Steve Randy Waldman briefly takes on a point I made recently:
Carl Beijer writes, “If you are seriously willing to entertain sympathy for a Nazi for any reason, it was probably just a matter of time until you found an excuse [to support a fascist crackdown]” If that is true, no political harm can possibly have been done by the violence and there is no reason to worry about politics or “think globally”. You are free to fight locally, by any means necessary and with no apology.
But Beijer’s claim is not, actually, a supportable view of human affairs. Lots of people who under almost no circumstance would support a fascist crackdown oppose freelance political violence even against people whose views they actively abhor.I'm not sure that the "view of human affairs" Waldman takes aim at here actually corresponds to my position. It's true that there are people who insist on civil rights for fascists who would nevertheless never actively support a fascist regime - but insisting on civil rights and acting out of "sympathy" are two very different things. And in fact, proponents of civil rights for fascists usually insist that they are not acting out of sympathy, but rather out of principle.
Here, my focus is simply on the genre of person who actually does become part of Trump's "support base" because they are "sympathetic to thoughtcriminals." That's the concern Jeremy Harding raises in this piece; one of his arguments against punching Nazis is that some people will actively support Trump in reaction to the attacks. My response, again, is to simply observe that this reeks of post hoc rationalization - if you decide to support Trump, and if all it took was some random guy punching Richard Spencer, you were probably always going to end up supporting Trump anyway. Perhaps there are good arguments against punching Nazis, but "doing so will create more Nazis" is not one of them.
Finally, it is always worth calling into question the notion that "supporting a fascist crackdown" just means actively putting on a brownshirt or wearing the swastika. Paxton:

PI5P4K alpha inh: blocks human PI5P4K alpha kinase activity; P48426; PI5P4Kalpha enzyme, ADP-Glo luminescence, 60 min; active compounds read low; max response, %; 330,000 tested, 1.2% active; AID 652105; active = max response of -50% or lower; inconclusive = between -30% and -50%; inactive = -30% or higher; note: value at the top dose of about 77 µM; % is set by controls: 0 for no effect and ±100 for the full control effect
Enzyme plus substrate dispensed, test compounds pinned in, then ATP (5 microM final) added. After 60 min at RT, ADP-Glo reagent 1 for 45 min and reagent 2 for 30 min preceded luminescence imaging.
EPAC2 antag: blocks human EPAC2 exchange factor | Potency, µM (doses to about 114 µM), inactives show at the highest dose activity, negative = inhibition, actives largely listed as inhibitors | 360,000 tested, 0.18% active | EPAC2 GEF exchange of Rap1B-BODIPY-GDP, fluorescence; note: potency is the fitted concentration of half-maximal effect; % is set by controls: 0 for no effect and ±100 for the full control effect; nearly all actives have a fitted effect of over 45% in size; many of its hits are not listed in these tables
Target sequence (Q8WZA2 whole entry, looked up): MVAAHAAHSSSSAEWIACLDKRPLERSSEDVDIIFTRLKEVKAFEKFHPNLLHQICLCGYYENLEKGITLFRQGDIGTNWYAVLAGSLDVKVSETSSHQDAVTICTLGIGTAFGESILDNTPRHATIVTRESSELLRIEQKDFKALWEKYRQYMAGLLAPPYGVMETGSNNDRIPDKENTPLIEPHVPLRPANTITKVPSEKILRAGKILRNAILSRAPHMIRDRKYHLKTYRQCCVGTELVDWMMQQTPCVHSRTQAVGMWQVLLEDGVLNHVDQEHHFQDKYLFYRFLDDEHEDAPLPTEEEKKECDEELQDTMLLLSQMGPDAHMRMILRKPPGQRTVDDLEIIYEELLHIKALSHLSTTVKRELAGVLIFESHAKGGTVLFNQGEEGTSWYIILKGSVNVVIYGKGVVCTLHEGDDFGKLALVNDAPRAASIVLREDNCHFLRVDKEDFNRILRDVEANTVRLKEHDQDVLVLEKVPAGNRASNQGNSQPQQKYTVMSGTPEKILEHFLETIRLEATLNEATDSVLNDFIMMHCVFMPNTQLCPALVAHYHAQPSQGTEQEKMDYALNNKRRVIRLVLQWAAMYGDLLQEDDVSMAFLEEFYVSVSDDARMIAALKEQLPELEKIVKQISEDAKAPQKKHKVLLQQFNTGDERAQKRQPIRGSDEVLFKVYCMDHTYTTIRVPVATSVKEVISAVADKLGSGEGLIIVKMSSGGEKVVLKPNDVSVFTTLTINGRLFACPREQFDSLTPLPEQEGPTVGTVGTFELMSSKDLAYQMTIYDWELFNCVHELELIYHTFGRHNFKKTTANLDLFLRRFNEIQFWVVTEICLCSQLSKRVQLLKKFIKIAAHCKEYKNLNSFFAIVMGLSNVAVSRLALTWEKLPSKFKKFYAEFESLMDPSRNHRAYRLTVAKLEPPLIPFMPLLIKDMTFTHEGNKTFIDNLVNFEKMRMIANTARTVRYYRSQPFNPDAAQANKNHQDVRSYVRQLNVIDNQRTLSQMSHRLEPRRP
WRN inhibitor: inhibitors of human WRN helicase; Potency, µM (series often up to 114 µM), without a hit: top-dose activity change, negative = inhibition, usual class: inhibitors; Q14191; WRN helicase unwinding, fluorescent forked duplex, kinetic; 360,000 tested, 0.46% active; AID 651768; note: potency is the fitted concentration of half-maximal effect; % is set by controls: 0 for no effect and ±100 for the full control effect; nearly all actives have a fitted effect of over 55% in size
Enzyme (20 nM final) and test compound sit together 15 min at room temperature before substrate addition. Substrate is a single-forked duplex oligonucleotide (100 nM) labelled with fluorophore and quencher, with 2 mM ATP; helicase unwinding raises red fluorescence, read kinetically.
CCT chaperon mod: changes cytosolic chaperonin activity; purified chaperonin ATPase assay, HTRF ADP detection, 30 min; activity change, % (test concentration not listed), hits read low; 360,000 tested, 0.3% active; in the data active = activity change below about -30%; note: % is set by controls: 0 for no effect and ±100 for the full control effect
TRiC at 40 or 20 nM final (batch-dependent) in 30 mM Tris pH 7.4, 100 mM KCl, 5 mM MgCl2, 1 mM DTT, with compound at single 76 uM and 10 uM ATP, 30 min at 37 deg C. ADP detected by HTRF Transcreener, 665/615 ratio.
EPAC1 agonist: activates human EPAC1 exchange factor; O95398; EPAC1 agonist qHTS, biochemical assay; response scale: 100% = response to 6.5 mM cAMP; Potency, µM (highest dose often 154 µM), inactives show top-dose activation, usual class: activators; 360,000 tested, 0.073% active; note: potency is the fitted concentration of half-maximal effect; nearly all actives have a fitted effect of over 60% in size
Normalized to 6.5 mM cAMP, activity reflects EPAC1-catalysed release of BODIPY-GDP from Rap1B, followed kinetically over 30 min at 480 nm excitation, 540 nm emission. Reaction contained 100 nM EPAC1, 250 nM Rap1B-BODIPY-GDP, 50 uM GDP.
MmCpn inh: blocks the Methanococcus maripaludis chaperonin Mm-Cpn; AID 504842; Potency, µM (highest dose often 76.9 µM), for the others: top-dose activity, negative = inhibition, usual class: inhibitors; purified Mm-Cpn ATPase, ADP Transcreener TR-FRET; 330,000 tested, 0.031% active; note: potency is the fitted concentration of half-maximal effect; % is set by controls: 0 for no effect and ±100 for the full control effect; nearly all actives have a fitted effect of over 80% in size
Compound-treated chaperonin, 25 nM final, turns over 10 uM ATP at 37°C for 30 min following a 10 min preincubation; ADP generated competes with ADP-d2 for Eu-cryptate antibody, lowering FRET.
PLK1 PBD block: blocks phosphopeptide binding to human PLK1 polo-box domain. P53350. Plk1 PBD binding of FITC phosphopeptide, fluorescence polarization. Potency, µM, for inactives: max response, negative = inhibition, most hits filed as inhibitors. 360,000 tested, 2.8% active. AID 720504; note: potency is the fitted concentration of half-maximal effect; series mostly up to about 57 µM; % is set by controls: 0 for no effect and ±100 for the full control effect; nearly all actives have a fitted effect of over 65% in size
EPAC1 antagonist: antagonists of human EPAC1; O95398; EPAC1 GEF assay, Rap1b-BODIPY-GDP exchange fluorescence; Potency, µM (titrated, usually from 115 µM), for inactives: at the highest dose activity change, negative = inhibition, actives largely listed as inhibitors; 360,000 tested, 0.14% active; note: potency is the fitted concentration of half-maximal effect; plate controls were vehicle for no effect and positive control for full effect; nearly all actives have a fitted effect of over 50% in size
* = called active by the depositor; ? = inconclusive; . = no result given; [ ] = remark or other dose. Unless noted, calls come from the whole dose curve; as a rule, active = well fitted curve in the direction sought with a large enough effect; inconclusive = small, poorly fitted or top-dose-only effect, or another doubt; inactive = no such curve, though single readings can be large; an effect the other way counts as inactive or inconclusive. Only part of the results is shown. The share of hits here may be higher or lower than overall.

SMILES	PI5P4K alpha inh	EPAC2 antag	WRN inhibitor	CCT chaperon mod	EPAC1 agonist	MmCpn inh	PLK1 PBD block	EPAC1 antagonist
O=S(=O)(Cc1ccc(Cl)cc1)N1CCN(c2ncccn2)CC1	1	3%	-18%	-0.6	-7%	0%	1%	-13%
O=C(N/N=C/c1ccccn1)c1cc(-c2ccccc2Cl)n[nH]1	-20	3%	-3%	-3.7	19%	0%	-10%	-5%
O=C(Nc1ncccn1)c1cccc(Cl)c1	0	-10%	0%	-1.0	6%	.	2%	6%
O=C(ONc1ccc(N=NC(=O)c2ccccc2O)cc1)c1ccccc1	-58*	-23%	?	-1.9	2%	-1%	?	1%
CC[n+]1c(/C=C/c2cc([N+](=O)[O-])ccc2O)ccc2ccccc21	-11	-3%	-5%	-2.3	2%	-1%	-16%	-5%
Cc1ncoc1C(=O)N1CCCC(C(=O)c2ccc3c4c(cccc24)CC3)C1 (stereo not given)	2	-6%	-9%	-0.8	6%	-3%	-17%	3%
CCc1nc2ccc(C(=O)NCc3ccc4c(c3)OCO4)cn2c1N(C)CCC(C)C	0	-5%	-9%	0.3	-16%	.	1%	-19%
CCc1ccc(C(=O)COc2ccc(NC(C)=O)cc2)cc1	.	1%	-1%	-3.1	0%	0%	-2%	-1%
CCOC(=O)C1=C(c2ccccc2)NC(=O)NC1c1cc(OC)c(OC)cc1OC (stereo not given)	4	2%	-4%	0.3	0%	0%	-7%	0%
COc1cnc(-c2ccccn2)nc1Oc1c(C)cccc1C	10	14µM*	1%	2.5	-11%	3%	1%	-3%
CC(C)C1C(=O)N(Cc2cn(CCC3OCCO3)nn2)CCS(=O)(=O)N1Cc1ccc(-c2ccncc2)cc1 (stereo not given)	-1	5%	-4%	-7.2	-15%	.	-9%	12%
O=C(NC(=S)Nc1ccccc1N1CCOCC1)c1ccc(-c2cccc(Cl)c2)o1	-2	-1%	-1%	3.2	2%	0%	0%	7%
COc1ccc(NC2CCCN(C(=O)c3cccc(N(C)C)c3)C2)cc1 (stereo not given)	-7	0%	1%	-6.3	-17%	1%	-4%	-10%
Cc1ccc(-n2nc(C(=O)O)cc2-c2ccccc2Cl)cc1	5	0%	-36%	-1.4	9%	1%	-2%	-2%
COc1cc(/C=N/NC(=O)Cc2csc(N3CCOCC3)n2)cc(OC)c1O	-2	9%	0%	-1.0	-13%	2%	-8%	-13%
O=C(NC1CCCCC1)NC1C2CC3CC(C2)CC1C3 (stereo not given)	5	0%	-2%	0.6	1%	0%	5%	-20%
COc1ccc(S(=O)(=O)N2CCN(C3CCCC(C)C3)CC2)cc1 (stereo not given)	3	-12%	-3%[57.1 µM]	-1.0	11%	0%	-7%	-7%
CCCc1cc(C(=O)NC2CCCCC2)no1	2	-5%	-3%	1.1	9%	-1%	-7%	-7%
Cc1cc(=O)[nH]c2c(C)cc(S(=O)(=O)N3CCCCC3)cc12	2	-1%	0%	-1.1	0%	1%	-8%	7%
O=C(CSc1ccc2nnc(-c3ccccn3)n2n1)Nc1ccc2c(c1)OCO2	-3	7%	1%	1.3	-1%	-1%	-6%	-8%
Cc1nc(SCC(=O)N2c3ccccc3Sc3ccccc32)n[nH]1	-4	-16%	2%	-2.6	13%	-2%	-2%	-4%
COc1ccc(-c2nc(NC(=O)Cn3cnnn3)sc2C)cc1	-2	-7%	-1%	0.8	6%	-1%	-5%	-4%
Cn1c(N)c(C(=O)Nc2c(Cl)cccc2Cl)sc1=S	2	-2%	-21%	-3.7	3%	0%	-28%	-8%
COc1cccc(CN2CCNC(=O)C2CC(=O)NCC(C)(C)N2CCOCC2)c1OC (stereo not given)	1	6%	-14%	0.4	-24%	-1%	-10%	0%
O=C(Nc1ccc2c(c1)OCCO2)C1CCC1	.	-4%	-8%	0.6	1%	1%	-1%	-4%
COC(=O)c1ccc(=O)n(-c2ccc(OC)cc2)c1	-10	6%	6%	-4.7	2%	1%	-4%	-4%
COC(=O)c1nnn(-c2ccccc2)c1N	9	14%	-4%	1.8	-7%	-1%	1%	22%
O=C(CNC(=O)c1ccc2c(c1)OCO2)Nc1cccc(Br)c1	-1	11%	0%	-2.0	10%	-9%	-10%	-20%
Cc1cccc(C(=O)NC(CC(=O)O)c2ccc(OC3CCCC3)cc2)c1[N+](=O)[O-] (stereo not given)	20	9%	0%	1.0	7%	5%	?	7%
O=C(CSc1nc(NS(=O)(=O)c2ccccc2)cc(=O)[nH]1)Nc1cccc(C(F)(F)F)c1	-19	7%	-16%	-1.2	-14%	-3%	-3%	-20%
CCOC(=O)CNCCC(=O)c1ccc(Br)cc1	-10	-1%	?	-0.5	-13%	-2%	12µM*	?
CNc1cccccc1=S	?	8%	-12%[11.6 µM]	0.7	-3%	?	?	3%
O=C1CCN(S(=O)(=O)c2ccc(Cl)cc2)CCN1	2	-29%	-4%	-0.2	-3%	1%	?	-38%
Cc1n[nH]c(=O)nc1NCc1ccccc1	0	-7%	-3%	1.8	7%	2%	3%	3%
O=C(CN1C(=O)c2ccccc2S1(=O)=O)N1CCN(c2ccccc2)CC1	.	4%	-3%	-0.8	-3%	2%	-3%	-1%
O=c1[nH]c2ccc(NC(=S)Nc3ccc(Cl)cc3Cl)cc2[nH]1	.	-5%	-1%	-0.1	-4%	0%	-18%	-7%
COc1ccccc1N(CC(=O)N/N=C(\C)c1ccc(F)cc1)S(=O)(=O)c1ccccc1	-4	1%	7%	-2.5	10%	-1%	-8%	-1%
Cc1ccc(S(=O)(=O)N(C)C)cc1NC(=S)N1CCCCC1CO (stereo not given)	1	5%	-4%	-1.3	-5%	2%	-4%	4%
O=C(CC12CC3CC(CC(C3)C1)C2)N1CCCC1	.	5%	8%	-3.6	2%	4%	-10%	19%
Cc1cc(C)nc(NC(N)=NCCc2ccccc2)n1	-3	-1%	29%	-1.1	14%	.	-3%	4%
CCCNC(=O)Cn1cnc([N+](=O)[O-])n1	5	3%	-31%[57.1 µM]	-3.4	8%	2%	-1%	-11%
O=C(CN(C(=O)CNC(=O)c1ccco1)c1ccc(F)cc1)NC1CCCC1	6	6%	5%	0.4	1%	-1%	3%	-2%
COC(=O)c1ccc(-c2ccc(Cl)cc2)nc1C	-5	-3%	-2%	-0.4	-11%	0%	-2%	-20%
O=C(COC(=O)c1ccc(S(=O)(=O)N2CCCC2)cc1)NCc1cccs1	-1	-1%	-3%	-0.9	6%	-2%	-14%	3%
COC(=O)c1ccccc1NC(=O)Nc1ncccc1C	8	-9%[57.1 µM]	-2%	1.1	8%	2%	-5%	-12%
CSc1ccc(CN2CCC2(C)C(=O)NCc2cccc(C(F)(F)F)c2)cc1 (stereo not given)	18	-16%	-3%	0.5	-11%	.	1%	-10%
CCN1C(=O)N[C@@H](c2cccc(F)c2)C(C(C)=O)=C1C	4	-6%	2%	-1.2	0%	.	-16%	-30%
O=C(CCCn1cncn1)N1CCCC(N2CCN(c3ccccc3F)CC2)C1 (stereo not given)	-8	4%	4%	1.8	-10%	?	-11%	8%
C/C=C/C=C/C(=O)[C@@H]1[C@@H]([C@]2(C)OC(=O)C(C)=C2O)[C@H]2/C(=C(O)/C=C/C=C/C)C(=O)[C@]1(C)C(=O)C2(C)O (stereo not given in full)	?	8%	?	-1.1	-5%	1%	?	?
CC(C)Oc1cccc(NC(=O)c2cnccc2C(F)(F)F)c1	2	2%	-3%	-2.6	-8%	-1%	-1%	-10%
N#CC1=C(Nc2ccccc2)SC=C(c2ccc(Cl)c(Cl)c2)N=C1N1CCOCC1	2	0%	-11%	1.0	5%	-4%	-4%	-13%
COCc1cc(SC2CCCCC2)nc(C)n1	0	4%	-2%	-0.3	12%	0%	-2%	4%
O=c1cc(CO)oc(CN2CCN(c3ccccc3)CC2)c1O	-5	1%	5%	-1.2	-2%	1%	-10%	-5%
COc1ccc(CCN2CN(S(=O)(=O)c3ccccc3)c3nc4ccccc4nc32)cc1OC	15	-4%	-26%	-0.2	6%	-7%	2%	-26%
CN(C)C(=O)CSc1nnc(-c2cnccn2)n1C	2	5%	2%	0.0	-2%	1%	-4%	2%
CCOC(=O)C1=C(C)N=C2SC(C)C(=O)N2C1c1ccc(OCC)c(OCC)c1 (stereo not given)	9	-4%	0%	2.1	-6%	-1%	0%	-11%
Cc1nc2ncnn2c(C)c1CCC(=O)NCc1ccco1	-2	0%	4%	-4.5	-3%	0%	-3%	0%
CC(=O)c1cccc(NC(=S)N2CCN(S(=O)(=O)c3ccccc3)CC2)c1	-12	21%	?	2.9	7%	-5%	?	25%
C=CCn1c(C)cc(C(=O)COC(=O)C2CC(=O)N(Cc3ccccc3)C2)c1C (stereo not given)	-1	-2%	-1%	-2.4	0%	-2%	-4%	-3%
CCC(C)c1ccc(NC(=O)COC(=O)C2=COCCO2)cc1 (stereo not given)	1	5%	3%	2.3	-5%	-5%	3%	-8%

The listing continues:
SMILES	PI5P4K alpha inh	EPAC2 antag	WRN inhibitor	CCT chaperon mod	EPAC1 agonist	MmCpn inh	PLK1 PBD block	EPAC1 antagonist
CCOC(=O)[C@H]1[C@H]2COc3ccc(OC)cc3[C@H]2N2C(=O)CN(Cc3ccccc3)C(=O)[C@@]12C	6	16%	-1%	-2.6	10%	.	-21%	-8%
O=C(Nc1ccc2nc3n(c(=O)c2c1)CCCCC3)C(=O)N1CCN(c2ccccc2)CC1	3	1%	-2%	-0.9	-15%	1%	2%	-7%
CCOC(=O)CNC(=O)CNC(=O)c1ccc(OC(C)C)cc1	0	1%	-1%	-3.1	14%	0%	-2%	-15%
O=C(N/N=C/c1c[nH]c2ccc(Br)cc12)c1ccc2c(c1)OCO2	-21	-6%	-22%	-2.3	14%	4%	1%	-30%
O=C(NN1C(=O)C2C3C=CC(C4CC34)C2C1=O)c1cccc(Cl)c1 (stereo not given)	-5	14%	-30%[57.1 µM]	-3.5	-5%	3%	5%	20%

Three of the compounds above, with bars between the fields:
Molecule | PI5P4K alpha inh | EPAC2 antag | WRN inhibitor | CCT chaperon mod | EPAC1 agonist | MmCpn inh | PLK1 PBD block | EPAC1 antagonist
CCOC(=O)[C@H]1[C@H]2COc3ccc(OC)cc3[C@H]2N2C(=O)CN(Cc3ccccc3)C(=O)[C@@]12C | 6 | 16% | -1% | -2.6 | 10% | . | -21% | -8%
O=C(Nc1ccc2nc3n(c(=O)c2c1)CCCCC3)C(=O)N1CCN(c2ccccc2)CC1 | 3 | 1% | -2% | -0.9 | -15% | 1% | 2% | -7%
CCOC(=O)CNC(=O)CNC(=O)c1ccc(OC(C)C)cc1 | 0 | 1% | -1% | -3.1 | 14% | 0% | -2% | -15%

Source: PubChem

To understand fully how fascist regime works, we must dig down to the level of ordinary people and examine the banal choices they made in their daily routines...For example, consider the reactions of ordinary Germans to the events of Kristallnacht...It is clear now that many ordinary Germans were offended by the brutalities carried out under their windows. Yet their widespread distaste was transitory and without lasting effect...If we can understand the failure of...citizen opposition to put any brakes on Hitler in November 1938, we have begun to understand the wider circles of individual and institutional acquiescence within which a militant minority was able to free itself sufficiently from constraints to be able to carry out genocide in a heretofore sophisticated and civilized country.Certainly we are not at the point of Kristallnacht, but the point stands: fascism is historically a militant fringe movement, and it can only survive if the majority ties its hands with principles against "freelance political violence." This is particularly true once fascism has seized control of the state. None of this implies that punching fascists is always a good idea - but it's pretty difficult, from a historical perspective, to insist that punching fascists is never a good idea.